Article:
A survey of pharmacy assistants in Grampian on prevention of HIV and hepatitis B and C

L. Watson, C. Bond, C. Gault

Research output: Contribution to journalArticlepeer-review

2 Citations (Scopus)


Objective: Prevention of infection with blood-borne pathogens (BBPs) HIV and hepatitis B and C, remains a major public health challenge. The aim of this study was to assess the activity, knowledge and attitudes of community pharmacy assistants in Grampian in prevention of HIV and hepatitis B and C. Method: A cross-sectional postal questionnaire survey of community pharmacy assistants. Outcome measures were practice, knowledge and barriers to practice. Setting: Grampian, a mixed urban-rural health board area in North-East Scotland with a population of 532 432. Key findings: Forty out of 78 (51%) assistants responded. Many were based in pharmacies that provided services for drug misusers, and/or stocked condoms. Twenty-four assistants stated that the pharmacies stocked extra-strong condoms but none was aware of dental dams being stocked. Two-thirds had leaflets relating to safer sex, HIV or hepatitis. Twenty assistants were confident that they could give advice on safer sex. Knowledge of BBPs and the infectivity of hepatitis B was relatively low. Few assistants were aware of recommendations for hepatitis B vaccination. The majority felt that in the future pharmacy assistants could have a greater role in the prevention of these infections. Principal barriers to preventive activity were described as lack of a private area, lack of training and time pressure. Conclusions: Pharmacy assistants have the potential to be a focus for advice and simple information relating to prevention of HIV and hepatitis B and C. Resources are needed to address the current barriers identified. © 2006 The Authors.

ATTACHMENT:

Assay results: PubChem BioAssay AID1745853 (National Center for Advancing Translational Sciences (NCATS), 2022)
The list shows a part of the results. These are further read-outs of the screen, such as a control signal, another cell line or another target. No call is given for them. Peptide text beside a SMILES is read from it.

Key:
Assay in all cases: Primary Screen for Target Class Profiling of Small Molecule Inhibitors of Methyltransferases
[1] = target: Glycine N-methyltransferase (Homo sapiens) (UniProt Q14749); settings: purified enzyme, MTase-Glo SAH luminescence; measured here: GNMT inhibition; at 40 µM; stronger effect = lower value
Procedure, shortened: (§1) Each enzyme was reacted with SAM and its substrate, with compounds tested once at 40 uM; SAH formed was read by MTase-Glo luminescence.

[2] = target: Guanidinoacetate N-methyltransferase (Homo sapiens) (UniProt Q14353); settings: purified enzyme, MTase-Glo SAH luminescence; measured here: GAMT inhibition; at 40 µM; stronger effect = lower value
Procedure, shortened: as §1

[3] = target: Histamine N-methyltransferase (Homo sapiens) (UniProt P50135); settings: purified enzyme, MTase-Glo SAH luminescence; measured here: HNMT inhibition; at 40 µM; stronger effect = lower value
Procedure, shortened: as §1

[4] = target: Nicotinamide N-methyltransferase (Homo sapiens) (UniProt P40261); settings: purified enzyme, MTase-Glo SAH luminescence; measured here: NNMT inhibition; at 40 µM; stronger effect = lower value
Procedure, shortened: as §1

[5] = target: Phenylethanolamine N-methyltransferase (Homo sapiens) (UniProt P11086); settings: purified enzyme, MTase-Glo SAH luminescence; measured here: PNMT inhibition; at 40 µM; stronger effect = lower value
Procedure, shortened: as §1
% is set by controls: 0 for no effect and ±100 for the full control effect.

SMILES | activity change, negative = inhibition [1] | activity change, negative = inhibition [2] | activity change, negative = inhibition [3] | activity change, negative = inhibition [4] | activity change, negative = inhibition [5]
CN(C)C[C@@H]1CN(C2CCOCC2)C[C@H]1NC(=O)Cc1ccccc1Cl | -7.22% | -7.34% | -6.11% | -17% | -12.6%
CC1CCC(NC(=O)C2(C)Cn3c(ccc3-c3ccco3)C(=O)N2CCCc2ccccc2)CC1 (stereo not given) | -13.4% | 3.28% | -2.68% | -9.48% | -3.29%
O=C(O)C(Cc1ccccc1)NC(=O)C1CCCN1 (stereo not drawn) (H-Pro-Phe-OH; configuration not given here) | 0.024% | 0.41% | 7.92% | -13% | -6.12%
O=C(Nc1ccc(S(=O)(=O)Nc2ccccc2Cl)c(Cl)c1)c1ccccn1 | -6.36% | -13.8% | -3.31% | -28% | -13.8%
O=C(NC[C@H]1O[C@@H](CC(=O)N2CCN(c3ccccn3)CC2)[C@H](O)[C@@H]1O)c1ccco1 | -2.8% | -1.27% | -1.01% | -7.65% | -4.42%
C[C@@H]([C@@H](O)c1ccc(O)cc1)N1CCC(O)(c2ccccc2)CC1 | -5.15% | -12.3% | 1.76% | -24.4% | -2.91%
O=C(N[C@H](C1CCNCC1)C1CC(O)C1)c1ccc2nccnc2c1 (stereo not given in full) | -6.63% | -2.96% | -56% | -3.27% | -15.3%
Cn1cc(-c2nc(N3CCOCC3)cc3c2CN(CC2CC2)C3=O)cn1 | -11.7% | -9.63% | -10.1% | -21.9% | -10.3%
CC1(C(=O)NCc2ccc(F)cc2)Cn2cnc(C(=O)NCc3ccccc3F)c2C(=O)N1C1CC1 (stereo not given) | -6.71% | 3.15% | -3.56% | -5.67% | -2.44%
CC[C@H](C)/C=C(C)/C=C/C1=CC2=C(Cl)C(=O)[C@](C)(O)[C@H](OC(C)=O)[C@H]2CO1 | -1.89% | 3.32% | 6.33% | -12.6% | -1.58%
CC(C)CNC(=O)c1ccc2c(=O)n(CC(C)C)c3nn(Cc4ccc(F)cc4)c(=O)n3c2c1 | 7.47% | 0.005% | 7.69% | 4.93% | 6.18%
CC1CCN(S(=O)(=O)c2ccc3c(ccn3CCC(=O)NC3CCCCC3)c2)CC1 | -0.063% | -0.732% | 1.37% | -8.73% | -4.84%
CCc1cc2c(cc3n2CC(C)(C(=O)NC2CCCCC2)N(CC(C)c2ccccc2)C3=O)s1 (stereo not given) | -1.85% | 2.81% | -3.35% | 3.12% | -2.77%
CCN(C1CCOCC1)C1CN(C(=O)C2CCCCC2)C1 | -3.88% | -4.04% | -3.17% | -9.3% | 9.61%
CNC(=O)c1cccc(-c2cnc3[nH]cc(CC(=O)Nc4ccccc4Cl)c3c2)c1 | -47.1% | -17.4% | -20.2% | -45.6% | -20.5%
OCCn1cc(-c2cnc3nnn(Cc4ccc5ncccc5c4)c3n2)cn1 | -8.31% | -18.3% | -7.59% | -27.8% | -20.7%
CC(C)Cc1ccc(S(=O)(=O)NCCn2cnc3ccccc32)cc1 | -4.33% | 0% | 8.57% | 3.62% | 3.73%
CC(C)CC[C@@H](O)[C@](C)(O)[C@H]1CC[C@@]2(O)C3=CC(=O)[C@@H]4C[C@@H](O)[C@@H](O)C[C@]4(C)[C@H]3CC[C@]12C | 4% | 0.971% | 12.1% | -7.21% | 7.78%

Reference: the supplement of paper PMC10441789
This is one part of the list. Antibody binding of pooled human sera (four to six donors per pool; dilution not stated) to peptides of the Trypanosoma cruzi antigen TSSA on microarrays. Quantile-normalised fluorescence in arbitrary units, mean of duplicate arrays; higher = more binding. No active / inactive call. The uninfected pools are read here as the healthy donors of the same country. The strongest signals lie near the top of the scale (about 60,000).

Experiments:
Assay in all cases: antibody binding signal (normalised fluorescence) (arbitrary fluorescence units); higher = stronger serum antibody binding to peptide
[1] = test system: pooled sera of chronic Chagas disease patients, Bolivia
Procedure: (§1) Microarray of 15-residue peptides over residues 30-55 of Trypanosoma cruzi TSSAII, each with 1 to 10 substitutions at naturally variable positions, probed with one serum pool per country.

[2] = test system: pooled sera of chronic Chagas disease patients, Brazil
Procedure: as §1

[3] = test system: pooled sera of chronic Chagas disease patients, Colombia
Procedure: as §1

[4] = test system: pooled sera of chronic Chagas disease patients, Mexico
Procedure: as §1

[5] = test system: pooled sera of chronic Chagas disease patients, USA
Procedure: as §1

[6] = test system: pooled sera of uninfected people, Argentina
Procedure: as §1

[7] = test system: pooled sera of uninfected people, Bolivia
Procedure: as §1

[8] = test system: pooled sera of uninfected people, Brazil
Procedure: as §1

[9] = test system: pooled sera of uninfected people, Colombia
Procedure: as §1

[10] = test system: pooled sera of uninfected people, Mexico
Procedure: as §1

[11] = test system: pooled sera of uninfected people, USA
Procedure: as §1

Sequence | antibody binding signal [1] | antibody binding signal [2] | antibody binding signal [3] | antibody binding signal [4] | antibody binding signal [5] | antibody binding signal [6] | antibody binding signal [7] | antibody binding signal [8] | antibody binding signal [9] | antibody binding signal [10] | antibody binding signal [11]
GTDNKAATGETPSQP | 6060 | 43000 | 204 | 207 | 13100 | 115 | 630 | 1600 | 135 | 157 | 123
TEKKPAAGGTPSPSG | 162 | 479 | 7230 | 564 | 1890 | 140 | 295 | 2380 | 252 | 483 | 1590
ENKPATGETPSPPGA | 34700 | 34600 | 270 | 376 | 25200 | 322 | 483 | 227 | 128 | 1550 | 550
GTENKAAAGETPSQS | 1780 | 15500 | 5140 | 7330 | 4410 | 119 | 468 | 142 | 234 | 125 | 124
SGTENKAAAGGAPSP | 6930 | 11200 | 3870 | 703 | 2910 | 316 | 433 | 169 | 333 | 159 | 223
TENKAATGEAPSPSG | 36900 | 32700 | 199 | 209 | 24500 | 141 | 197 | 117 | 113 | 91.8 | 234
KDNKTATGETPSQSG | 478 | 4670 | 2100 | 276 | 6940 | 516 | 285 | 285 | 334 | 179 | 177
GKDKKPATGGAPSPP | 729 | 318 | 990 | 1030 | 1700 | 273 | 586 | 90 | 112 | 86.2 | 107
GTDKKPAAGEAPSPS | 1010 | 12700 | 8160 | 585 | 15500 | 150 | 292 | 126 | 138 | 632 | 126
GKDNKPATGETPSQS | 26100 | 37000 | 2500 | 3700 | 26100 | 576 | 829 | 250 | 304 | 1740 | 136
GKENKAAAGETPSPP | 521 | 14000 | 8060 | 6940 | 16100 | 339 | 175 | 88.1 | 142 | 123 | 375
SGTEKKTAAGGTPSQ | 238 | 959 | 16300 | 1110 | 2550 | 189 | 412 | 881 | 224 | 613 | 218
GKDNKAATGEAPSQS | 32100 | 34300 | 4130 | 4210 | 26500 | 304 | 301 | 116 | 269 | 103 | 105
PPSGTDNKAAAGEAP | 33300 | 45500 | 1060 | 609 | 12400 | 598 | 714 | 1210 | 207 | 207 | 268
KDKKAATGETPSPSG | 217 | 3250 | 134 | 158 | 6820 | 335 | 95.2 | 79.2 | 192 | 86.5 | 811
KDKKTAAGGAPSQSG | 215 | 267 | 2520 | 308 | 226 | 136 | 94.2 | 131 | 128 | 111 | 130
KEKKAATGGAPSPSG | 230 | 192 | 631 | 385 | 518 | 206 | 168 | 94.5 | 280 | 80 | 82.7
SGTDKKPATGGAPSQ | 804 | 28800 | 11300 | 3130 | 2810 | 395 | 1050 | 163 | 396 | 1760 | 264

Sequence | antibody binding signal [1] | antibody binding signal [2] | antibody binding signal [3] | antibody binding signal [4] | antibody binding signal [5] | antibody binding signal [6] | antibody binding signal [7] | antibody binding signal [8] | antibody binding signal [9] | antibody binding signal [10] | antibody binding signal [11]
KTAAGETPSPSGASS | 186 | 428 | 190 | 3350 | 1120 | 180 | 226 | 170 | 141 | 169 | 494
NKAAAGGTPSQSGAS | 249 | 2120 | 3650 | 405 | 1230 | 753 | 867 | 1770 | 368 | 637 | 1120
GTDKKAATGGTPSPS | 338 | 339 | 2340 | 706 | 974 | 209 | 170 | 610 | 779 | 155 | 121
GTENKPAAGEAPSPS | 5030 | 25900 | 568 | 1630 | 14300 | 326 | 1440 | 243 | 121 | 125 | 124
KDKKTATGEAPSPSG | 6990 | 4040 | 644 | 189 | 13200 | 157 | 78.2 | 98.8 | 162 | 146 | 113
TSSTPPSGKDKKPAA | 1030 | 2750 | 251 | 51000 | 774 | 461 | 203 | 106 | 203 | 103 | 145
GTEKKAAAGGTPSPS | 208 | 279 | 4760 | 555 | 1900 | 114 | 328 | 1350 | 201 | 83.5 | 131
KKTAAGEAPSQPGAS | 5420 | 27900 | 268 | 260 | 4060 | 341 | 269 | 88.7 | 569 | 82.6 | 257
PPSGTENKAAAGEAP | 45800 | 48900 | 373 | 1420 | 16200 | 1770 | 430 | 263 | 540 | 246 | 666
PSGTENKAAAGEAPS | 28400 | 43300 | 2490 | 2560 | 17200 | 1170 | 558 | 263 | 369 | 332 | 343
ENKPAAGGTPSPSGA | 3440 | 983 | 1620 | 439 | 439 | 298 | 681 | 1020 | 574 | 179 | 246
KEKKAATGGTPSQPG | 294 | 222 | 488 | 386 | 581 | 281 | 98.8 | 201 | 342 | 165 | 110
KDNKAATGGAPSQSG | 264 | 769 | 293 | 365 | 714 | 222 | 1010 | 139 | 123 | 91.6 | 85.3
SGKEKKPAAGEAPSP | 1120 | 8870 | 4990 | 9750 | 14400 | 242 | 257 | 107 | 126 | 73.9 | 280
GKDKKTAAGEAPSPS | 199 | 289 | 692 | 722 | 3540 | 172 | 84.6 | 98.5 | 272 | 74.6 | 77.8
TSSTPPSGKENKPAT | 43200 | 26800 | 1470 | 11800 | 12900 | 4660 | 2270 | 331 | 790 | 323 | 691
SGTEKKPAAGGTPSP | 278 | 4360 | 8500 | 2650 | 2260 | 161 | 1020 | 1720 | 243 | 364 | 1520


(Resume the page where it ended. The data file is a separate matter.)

Original languageEnglish
Pages (from-to)129-134
Number of pages6
JournalInternational Journal of Pharmacy Practice
Issue number2
Publication statusPublished - 2006


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